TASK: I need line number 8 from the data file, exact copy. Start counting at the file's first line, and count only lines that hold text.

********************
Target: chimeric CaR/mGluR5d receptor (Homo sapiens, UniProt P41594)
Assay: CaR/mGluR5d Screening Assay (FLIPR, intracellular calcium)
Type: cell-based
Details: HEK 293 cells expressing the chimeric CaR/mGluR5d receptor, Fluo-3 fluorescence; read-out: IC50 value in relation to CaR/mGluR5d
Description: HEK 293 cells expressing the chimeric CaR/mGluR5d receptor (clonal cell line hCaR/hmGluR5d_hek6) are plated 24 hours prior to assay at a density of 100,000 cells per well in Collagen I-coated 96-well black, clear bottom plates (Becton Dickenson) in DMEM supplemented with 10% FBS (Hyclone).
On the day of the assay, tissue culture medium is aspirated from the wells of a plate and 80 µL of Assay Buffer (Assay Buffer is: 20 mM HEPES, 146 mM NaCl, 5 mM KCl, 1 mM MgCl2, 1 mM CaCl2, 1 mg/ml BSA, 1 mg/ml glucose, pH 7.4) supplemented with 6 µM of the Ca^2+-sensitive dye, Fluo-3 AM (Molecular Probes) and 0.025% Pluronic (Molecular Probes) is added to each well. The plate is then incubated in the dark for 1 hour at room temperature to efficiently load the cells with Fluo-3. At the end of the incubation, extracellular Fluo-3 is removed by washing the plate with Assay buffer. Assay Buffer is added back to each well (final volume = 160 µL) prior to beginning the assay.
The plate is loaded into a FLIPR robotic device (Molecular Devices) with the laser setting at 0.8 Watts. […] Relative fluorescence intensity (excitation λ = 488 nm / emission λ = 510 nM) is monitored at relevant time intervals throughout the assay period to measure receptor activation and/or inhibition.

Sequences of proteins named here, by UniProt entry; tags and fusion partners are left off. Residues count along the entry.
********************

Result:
Sequences of proteins named here, by UniProt entry; tags and fusion partners are left off. Residues count along the entry.